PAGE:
The current efforts of the US government to exclude Cuba from the 9th Summit of the Americas are part and parcel of its tried and tested colonial policy of divide and rule. This destructive activity was on full display in 2020 when then Secretary of State, Michael Pompeo, bypassed CARICOM and invited his chosen group of Caribbean governments to meet him in Jamaica before inviting them to meet Trump in Florida. This ‘divide and rule’ strategy is aimed at weakening everyone in the region and must be resisted. CARICOM must make a clear and principled stand on this issue. It must demand that the US end its segregationist approach to the upcoming summit and facilitate the equal and full participation of all governments in the region who wish to attend, including Cuba. If the US government refuses to accept this demand, CARICOM member states should boycott the summit. Cuba is an important member of the Caribbean family whose contribution to the region is outstanding. CARICOM must stand in unity with Cuba.

Lift the blockade and let Cuba live!

Caribbean Network for Solidarity with Cuba (CNSC)


Say No to New US attacks on Cuba’s Independence

Submitted by Caribbean Network for Solidarity with Cuba (CNSC)

It is now clear, beyond any doubt, that that the government of the USA and its spy
agencies are planning a new attack on Cuba’s independence which is intended to
instigate violence and insecurity in that country on Monday 15 November. US
lawmakers and government officials, including Brian Nichols, the Assistant Secretary
of State for Western Hemisphere Affairs, Senator Marco Rubio, Juan Gonzalez, the
National Security Council Senior Director for the Western Hemisphere and many
others, have been at the forefront of pushing for their supporters to launch
‘demonstrations’ in Cuba on 15 November in open defiance of the Cuban
constitution and Cuban law. As part of its historic effort to destabilise Cuba, the
USAID has so far distributed over $6.6 billion to organisations dedicated to
destroying Cuba’s independence and facilitating US regime change in that country.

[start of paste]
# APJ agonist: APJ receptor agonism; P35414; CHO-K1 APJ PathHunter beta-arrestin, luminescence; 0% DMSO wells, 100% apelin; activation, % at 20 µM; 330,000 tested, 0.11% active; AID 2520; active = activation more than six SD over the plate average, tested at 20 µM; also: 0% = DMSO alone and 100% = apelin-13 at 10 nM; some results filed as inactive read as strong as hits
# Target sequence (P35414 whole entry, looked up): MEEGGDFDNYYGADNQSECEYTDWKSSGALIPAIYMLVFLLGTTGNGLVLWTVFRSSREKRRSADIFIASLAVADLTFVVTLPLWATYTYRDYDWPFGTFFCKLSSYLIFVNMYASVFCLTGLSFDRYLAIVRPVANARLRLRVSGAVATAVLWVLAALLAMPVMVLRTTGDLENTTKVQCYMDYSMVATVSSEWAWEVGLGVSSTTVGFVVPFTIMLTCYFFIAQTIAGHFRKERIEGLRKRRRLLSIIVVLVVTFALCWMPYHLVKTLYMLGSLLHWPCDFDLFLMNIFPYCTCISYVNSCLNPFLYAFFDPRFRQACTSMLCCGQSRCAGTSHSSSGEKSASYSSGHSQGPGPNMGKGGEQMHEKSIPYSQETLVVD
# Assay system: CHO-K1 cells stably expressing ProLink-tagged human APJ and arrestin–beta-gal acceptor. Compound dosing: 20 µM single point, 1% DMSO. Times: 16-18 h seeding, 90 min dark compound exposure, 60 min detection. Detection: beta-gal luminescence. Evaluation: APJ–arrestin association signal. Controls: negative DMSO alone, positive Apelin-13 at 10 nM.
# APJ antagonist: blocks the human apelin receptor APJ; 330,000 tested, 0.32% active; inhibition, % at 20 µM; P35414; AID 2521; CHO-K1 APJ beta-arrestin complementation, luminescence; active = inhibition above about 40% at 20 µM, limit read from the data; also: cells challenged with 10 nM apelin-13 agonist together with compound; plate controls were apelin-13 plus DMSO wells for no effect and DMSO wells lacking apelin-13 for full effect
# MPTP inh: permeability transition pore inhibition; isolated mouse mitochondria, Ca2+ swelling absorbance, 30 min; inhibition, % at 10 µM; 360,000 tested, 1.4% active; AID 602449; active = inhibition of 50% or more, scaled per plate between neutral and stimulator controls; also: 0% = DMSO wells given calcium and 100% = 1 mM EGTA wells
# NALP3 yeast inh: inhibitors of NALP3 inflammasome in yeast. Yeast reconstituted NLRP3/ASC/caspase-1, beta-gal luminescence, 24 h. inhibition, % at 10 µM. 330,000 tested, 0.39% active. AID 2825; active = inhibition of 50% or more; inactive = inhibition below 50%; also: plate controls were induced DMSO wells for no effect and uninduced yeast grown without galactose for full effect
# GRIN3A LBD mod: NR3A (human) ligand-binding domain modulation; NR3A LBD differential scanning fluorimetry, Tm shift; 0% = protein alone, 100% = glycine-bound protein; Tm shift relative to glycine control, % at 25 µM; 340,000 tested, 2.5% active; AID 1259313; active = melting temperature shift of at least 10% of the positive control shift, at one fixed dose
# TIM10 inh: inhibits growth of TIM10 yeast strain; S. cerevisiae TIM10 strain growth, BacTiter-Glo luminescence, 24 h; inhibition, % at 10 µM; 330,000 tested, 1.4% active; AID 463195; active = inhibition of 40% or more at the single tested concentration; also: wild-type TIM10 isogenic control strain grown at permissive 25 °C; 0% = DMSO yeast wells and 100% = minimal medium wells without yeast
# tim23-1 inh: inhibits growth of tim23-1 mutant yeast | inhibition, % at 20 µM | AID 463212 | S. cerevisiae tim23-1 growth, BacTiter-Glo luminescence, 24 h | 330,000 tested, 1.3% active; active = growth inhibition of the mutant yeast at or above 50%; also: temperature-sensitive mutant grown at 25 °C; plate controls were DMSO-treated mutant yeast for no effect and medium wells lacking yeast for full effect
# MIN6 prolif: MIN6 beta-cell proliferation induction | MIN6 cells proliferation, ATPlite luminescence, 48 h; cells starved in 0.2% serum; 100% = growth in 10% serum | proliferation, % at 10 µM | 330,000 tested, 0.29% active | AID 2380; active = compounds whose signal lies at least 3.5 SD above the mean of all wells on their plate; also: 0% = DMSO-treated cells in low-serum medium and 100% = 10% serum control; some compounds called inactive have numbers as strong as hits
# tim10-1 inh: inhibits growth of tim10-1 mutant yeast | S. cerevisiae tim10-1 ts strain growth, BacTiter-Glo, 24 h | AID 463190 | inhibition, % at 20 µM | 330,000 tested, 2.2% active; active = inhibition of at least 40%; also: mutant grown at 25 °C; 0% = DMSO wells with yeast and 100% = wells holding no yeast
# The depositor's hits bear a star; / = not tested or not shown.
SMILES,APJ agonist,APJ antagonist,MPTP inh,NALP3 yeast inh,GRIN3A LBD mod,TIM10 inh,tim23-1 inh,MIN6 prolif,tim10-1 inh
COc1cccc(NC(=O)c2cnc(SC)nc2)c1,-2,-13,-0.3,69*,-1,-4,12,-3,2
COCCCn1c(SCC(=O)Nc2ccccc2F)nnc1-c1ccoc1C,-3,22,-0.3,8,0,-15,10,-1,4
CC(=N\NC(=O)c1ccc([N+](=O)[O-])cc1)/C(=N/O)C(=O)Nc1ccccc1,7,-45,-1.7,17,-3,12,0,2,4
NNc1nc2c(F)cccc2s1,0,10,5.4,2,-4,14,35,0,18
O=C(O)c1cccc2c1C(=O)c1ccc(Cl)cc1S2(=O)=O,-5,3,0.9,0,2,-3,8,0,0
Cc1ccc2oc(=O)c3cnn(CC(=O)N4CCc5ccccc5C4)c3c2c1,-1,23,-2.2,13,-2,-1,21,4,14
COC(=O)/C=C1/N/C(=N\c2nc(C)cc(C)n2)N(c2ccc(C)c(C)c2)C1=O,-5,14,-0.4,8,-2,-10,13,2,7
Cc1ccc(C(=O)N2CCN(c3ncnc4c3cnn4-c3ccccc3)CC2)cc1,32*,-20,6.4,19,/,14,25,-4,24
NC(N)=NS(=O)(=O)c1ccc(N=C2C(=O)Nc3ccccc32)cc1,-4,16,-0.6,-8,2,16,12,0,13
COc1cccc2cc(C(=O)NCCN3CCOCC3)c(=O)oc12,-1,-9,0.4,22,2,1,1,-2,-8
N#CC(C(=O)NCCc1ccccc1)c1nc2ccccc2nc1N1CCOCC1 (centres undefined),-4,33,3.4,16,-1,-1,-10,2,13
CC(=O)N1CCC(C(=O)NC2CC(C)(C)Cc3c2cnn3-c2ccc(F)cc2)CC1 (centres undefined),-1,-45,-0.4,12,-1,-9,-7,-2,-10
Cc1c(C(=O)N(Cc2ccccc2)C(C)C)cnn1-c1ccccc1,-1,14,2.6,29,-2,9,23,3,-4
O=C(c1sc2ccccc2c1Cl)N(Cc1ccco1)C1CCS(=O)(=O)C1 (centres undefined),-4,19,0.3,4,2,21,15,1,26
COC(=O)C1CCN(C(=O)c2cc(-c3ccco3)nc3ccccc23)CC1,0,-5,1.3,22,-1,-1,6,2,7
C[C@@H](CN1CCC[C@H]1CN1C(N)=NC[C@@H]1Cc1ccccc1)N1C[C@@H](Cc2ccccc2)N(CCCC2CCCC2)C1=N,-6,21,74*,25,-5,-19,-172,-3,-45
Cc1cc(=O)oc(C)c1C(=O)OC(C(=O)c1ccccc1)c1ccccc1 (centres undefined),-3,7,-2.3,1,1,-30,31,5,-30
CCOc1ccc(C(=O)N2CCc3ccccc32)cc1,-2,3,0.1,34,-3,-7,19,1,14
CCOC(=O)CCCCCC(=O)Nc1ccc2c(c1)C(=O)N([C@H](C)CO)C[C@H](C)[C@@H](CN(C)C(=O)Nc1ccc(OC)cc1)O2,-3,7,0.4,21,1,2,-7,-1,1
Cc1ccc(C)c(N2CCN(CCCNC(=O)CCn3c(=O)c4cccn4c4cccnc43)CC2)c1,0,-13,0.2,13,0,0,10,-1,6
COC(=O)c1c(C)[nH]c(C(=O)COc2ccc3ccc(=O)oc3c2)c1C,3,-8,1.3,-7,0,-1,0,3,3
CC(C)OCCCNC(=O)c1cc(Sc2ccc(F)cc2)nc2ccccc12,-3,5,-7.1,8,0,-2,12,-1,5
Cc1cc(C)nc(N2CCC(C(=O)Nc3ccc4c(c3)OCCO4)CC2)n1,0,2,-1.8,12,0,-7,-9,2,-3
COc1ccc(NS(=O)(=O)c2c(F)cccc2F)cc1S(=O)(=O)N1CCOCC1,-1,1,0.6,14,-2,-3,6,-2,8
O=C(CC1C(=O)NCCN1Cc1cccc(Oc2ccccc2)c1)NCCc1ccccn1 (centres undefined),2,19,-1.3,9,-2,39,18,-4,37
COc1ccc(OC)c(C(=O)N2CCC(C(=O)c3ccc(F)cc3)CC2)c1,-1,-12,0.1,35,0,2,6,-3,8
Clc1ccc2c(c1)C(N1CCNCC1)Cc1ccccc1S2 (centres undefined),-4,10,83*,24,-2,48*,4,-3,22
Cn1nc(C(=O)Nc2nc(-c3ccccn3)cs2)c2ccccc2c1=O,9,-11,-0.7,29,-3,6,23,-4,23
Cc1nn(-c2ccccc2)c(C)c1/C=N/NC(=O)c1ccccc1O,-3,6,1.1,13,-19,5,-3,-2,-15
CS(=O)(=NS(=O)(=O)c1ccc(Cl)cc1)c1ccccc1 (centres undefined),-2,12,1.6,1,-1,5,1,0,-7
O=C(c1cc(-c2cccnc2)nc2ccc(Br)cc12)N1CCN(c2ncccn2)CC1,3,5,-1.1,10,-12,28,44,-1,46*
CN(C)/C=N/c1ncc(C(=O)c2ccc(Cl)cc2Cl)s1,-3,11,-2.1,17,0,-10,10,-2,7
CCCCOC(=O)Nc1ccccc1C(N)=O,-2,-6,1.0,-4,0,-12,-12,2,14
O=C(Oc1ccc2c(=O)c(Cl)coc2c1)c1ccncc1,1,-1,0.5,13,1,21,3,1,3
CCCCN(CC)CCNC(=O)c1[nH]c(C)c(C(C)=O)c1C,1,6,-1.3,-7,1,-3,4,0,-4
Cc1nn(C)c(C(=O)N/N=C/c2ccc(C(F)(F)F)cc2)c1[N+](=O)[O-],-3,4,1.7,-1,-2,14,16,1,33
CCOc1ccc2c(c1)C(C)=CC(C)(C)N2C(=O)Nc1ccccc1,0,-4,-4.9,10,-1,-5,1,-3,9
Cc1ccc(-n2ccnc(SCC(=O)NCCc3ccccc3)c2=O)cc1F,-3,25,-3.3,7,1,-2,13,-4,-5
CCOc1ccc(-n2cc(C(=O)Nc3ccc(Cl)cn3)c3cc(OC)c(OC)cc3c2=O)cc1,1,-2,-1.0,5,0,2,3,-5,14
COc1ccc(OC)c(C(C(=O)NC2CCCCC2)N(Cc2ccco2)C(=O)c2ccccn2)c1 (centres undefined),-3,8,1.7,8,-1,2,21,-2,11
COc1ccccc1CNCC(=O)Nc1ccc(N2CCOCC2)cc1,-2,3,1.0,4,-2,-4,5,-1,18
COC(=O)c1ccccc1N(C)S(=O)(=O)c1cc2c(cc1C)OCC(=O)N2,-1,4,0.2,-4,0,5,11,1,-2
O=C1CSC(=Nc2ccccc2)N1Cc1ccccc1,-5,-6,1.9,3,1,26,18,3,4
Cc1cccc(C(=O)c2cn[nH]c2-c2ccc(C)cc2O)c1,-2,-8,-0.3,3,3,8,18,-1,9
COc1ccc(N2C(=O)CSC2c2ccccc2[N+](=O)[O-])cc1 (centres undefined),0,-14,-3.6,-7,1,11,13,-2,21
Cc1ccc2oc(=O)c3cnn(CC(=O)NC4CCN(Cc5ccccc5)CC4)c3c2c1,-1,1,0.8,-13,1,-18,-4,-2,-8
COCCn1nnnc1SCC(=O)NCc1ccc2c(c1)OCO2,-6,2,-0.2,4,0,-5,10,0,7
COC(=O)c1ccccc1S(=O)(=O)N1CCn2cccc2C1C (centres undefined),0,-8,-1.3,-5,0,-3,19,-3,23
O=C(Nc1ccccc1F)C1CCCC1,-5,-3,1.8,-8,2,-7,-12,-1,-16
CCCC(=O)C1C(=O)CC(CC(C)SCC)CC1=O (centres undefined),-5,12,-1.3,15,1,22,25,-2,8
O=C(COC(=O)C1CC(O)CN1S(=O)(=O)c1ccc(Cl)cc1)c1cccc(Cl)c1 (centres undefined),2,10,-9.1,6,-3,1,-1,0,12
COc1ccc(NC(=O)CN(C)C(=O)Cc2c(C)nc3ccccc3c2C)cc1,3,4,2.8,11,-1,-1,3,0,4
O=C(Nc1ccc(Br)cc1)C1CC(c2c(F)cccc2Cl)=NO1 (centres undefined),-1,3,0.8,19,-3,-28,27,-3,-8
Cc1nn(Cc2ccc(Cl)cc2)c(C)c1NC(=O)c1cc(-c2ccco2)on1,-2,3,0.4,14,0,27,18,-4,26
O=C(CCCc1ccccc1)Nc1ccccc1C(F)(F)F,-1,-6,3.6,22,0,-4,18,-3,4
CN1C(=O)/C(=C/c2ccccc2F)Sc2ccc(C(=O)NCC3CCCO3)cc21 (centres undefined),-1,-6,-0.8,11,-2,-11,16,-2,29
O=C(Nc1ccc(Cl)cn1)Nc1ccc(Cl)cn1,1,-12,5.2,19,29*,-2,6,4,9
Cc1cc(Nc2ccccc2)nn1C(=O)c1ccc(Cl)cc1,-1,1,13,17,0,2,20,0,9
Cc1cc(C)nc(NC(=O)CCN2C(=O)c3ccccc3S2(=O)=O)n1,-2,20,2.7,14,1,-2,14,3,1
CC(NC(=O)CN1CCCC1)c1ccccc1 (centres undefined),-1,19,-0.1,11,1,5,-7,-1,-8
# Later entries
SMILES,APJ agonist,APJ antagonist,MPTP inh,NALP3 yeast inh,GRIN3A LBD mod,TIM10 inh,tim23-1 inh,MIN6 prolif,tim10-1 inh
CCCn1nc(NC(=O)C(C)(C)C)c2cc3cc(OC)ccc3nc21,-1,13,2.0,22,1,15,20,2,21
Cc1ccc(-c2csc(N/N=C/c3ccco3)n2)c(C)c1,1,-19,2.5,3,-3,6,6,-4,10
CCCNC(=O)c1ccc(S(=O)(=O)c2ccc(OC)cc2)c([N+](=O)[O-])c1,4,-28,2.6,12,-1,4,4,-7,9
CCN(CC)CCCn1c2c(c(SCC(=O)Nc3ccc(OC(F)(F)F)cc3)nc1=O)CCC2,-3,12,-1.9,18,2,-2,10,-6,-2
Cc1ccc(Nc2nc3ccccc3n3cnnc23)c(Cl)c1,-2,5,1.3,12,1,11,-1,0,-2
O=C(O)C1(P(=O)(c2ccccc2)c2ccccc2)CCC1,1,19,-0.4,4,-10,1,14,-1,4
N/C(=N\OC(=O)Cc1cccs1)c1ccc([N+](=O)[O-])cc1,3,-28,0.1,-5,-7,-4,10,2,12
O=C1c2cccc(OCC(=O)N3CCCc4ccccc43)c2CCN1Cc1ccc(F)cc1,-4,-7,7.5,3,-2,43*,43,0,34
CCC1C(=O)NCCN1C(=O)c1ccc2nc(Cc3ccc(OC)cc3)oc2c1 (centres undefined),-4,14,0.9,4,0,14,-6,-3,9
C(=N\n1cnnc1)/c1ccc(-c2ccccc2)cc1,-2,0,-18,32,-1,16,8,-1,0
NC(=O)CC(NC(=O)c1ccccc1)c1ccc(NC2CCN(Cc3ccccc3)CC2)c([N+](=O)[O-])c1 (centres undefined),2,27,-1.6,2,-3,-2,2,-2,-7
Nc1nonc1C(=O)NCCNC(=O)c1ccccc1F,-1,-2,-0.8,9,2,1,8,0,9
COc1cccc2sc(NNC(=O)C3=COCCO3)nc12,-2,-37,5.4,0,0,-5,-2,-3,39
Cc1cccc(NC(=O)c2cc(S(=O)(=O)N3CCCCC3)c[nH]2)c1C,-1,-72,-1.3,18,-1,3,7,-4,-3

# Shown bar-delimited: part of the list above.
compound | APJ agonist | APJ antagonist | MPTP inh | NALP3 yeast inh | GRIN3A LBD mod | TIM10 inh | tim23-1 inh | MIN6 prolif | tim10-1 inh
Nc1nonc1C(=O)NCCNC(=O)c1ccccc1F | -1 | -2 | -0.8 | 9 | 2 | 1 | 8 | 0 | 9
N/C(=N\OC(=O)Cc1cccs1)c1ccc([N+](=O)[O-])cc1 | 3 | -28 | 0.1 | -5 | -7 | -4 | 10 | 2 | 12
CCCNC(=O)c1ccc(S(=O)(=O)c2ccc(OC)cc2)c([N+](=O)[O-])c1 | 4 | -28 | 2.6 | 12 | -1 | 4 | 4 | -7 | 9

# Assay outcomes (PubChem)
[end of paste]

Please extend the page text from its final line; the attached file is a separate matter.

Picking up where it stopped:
A central part of the planned US assault on Cuba on 15 November is a wide ranging
and sophisticated information warfare campaign which employs not only the
traditional print and visual media but also social media platforms such as Facebook
and Twitter. From the slick marketing of the planned provocation as ‘15N’ to the
promotion of systematic talking points, this information warfare campaign is designed
to pollute the public information space with lies and disinformation so as to sow
confusion about events as they unfold in Cuba on that day. One of the key talking
points that has already been identified is consistently describing as ‘peaceful
protesters’ those who have been mobilised by the US and its spy agencies to carry
out acts of violence against individuals and property. Connected to this is describing
all law enforcement activities carried out by the Cuban police on that day as
‘repression against peaceful protesters’. A further talking point is that the planned
provocation on November 15 is part of an effort to gain, ‘democracy and human
rights in Cuba’ or to ‘oppose racism against Cubans of African descent’. The real
aims of the US for the 15 November provocation are very different from these
propaganda talking points.

As a country which was born in genocide against the First Peoples and enslavement
of millions of Africans and which has never deviated from adherence to those
practices, the US government is in no position to define for humanity what
democracy is, to preach about human rights to any country or to present itself as a
fighter against racism. In any event, the relentless US efforts to carry out regime
change in Cuba is an open violation of international law and the right of the Cuban
people to choose their own political and economic system without foreign
interference. In reality, the US government and its spy agencies couldn’t care less
about democracy, human rights or racism in Cuba, or anywhere else for that matter.
Their real aim is to destroy Cuba’s independence and return that country to its
position before the Cuban revolution, when it existed as a US colony run for the
benefit of the US corporations and organised crime. This goal persists regardless of
the administration in Washington. Hence, the current Biden administration has
maintained all the sanctions imposed by his predecessor Trump and, in fact, it is the
Biden administration which is organising the 15 November provocation.

Despite over 60 years of US bullying, harassment and economic suffocation, Cuba
has proved itself time and again to be a reliable and supportive member of the
Caribbean family of nations. Working within its limited resources as a result of the
US blockade, Cuba has trained hundreds of Caribbean professionals, especially
doctors, engineers and sports specialists. It has provided free eye care to thousands
of people across the region and it has sent volunteers throughout the Caribbean to
help with the provision of health care and education, and most recently, in the